obvious). Light pollution plays a big role in the transparency around
cities...it is rarely better than 2 or 3. This is why dark sky observing
sites are so important.
magnitude scale for star brightness was established by Hipparchus in the second
century B.C.. The first 20 stars to become visible
in twilight were rated as 1st magnitude. After about ten minutes, 2nd
magnitude stars became visible. These include Polaris and the seven
brightest stars of the Big Dipper (Ursa Major).
About 15 minutes later, 3rd magnitude stars became visible, and so forth until
about 90 minutes after sunset, the faintest 6th
magnitude stars were visible. We now rate each successive magnitude as
2.5 times fainter than the magnitude before. For example, Polaris is 2nd
magnitude, and about 2.5 times fainter than 1st magnitude Deneb.
You can find the magnitude scale in your sky map legends. This includes printed maps from Sky & Telescope and Astronomy, Abrams Sky Calendar, all star atlases, EAAA sky maps, and computer maps (downloadable) such as Sky Globe and SkyMap.
the late 1700's, Charles Messier (pronounced: Sharl
May'-see-ay) was trying to discover comets. He found many fuzzy objects
that immediately appeared to be a comet, but which did not move against the
star field, as comets orbiting the sun. Cometary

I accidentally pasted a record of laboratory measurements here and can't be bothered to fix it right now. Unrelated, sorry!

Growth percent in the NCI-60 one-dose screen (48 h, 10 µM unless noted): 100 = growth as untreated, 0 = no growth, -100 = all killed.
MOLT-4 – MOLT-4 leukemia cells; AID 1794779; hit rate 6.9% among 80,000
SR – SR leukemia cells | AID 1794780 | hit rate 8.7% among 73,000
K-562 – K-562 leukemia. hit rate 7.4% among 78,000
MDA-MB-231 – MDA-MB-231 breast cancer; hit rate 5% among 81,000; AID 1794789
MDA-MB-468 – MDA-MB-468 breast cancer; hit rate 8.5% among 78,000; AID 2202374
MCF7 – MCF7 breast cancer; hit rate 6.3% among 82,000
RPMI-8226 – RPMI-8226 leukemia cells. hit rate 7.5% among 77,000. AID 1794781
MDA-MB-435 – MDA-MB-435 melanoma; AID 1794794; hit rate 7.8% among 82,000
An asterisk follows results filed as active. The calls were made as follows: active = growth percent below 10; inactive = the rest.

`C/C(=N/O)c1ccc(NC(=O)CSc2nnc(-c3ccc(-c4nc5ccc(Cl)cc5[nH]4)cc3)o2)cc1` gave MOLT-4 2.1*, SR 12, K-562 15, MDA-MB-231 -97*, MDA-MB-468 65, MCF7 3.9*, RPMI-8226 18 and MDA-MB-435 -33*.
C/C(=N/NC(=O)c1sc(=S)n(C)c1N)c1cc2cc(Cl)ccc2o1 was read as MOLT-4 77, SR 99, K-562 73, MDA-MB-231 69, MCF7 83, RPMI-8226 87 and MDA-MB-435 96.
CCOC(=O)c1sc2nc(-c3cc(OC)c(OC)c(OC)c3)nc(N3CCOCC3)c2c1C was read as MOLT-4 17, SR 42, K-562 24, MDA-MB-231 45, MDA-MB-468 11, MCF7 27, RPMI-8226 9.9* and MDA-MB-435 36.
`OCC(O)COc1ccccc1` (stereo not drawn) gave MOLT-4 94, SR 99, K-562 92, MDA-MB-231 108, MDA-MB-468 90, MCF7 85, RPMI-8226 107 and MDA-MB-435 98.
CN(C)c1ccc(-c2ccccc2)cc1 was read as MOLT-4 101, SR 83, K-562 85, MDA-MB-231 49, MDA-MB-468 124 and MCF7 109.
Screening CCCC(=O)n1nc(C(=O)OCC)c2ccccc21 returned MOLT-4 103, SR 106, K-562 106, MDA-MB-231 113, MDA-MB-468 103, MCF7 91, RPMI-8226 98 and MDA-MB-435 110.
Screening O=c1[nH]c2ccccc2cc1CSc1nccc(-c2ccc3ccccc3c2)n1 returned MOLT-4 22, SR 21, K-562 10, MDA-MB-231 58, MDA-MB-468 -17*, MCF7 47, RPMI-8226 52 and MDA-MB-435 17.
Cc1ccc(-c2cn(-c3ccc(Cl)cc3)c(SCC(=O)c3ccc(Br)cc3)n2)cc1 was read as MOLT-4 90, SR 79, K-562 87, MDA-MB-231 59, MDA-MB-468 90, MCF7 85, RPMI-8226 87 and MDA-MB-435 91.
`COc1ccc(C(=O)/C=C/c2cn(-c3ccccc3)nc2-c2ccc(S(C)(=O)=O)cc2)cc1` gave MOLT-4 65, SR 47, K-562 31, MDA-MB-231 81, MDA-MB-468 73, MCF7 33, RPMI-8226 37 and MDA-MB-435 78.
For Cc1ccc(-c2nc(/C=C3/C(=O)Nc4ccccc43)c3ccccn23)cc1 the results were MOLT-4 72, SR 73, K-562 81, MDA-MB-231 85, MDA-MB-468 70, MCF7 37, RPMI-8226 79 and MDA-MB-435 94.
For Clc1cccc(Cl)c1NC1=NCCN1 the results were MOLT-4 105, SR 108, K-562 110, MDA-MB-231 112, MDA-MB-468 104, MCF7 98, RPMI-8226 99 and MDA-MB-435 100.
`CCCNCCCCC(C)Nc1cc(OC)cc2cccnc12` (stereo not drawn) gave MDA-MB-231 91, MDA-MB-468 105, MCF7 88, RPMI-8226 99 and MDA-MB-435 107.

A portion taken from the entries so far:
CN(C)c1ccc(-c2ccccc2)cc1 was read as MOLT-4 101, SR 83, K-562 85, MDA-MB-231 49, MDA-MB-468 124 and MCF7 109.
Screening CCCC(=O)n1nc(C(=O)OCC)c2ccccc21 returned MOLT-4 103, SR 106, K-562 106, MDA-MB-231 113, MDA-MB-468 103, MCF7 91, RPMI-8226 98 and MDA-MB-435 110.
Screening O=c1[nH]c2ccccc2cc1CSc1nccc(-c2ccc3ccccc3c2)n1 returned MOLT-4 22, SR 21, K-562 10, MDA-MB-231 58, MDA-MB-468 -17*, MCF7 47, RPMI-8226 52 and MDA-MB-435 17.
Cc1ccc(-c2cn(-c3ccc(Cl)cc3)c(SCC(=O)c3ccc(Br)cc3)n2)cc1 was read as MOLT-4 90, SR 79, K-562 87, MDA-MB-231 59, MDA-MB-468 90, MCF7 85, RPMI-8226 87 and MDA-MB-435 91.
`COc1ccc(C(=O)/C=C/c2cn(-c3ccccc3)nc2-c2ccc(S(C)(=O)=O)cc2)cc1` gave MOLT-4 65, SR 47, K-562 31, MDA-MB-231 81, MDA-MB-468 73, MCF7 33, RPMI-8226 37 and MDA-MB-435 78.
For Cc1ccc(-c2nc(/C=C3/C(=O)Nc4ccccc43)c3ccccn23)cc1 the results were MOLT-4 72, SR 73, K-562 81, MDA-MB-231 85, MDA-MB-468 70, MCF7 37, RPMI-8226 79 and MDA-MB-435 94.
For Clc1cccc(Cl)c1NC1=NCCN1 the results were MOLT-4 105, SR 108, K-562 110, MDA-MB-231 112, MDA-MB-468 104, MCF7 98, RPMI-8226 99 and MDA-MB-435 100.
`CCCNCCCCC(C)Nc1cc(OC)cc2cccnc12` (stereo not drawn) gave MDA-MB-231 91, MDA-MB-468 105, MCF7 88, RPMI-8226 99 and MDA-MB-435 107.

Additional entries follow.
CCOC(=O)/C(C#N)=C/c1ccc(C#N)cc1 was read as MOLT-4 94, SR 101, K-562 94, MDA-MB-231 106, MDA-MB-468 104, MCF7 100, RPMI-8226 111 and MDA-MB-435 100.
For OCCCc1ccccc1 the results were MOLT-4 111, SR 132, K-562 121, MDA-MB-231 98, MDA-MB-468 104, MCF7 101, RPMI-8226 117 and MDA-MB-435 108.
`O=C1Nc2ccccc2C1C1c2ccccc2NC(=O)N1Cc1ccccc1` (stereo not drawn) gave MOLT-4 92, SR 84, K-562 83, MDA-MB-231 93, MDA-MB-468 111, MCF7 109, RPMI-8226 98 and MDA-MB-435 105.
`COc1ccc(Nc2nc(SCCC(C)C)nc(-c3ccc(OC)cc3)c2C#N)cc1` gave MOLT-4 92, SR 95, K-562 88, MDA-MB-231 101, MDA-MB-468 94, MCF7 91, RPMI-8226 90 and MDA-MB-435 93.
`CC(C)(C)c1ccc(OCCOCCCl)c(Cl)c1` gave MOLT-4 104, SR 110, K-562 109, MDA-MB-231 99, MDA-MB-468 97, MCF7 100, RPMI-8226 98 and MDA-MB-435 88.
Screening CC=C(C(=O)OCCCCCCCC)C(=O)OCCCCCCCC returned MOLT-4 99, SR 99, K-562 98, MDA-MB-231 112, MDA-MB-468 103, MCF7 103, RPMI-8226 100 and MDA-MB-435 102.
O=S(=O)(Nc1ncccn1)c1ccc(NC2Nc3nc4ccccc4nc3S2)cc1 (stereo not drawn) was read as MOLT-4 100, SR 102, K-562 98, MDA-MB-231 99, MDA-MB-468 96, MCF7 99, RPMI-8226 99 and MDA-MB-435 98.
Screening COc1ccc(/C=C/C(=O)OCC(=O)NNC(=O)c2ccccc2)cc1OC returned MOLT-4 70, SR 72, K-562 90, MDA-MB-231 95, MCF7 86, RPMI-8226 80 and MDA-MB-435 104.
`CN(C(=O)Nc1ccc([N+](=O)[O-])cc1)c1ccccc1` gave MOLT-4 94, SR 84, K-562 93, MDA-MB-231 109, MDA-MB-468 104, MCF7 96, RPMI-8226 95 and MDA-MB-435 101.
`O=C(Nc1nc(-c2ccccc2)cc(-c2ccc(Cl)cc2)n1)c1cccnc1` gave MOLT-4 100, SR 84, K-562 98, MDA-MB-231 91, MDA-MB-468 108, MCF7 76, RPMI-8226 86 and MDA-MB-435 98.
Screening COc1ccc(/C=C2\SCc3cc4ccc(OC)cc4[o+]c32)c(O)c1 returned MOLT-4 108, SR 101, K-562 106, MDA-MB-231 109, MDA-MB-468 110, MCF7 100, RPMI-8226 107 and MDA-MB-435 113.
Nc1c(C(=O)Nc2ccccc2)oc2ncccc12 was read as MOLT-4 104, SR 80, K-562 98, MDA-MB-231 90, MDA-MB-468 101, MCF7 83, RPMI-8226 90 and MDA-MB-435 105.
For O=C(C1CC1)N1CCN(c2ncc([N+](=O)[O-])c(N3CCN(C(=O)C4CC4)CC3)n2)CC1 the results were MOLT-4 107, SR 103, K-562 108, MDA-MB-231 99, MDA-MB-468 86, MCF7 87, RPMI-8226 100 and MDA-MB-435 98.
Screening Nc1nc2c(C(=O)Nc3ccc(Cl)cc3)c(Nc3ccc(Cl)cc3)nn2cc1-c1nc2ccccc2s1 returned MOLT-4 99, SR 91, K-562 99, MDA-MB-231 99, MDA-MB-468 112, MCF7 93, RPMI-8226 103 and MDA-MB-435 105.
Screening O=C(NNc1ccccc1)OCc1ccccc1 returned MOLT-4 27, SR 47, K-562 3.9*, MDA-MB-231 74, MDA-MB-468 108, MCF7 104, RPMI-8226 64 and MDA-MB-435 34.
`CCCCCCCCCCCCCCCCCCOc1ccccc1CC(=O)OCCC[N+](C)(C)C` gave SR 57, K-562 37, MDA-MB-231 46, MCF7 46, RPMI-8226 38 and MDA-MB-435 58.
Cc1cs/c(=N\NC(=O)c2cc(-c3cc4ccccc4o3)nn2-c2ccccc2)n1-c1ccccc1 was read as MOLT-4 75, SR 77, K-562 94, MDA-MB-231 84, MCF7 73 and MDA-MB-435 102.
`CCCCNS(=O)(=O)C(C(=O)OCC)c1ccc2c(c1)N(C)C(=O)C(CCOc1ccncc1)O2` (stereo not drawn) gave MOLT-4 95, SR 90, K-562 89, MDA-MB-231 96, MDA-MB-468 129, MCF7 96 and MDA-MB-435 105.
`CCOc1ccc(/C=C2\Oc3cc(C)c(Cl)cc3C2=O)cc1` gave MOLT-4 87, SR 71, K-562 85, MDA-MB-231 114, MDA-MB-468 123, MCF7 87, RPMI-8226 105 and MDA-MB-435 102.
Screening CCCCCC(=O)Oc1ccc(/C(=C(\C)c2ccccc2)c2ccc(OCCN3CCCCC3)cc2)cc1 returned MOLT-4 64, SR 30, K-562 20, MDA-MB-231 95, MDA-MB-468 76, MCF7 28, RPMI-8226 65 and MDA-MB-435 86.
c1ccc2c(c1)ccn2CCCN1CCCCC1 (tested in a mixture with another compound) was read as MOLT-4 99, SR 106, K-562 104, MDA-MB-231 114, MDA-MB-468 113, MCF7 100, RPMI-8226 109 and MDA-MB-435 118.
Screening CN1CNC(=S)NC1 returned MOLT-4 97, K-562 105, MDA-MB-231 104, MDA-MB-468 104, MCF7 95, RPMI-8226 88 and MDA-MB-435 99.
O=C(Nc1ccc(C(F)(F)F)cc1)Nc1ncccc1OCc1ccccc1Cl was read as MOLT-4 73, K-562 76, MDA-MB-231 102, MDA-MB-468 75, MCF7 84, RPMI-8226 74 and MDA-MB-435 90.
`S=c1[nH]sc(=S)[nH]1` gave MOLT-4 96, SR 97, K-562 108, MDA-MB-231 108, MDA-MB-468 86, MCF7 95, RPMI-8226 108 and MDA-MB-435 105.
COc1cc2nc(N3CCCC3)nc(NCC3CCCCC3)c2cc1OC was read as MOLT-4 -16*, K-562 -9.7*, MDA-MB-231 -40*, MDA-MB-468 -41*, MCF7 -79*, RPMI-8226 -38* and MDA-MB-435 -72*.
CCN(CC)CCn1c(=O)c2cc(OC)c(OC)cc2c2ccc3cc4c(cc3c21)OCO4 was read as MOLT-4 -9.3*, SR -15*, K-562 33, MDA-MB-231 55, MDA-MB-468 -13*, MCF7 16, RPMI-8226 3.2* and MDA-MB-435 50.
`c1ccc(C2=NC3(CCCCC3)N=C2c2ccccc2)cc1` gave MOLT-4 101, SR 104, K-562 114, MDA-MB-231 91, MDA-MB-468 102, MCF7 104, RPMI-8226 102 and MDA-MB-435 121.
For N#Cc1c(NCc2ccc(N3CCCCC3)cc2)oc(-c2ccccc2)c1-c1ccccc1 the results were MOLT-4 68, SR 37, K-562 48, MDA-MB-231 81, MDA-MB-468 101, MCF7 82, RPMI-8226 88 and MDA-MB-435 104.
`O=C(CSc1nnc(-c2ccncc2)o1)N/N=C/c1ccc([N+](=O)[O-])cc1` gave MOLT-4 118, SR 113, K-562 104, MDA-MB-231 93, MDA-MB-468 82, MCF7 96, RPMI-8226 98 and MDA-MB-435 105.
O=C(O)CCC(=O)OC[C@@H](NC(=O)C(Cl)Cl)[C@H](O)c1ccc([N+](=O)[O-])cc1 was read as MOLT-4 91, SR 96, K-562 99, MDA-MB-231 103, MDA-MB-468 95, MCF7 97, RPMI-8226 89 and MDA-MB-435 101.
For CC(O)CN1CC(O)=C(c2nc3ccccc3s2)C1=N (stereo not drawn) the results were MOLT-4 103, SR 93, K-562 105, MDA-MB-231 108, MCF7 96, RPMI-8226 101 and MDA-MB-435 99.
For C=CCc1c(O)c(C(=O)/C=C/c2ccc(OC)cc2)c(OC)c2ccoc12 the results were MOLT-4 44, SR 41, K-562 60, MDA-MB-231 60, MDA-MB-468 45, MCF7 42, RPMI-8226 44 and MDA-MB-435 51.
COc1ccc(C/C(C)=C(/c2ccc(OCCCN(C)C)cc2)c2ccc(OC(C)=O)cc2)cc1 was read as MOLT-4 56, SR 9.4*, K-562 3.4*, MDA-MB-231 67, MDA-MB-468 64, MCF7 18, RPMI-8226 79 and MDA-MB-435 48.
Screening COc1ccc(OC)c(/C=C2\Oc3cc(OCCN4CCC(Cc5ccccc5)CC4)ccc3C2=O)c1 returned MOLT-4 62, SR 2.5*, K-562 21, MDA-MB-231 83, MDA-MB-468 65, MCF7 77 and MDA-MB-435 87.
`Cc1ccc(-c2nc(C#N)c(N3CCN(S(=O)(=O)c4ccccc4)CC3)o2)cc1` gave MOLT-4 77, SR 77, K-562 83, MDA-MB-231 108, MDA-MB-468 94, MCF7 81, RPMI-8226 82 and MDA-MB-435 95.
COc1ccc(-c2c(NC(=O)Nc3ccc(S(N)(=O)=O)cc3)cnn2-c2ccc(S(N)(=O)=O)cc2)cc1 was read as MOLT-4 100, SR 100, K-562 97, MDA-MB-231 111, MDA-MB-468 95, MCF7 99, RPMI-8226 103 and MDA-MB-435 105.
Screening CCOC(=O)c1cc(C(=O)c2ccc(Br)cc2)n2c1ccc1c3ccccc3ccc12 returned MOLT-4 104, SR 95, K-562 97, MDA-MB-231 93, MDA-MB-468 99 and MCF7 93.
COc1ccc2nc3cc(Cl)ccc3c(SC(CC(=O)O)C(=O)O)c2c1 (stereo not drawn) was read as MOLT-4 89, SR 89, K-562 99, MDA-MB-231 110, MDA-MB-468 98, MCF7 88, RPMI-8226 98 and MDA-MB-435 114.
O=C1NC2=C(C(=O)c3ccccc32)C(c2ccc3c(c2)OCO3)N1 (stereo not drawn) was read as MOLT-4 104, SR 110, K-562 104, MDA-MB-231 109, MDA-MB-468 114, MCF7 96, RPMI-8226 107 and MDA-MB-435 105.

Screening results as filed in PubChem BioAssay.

movement becomes obvious in just a few hours.
Today, his list of 110 objects are some of the best galaxies, nebulae, and star clusters for northern hemisphere observers. This list is ideal for beginning observers, for all of these objects are visible with telescopes with a 3" main objective, and many are visible with binoculars...some with the naked-eye.
can earn the Astronomical League's Messier Club Certificate by completing the
Messier observing program. Click HERE to
view information on this observing program.
If you only have binoculars, you may earn the Binocular Messier Club certificate. HERE is information on this observing program.
NGC stands for New General Catalogue (which is actually over a century old) of deep sky objects. Its over 7000 entries are numbered from 0 hours, right ascension eastward across the entire celestial sphere, both North and South. It includes all of the Messier Objects, and many fainter objects which require larger telescopes.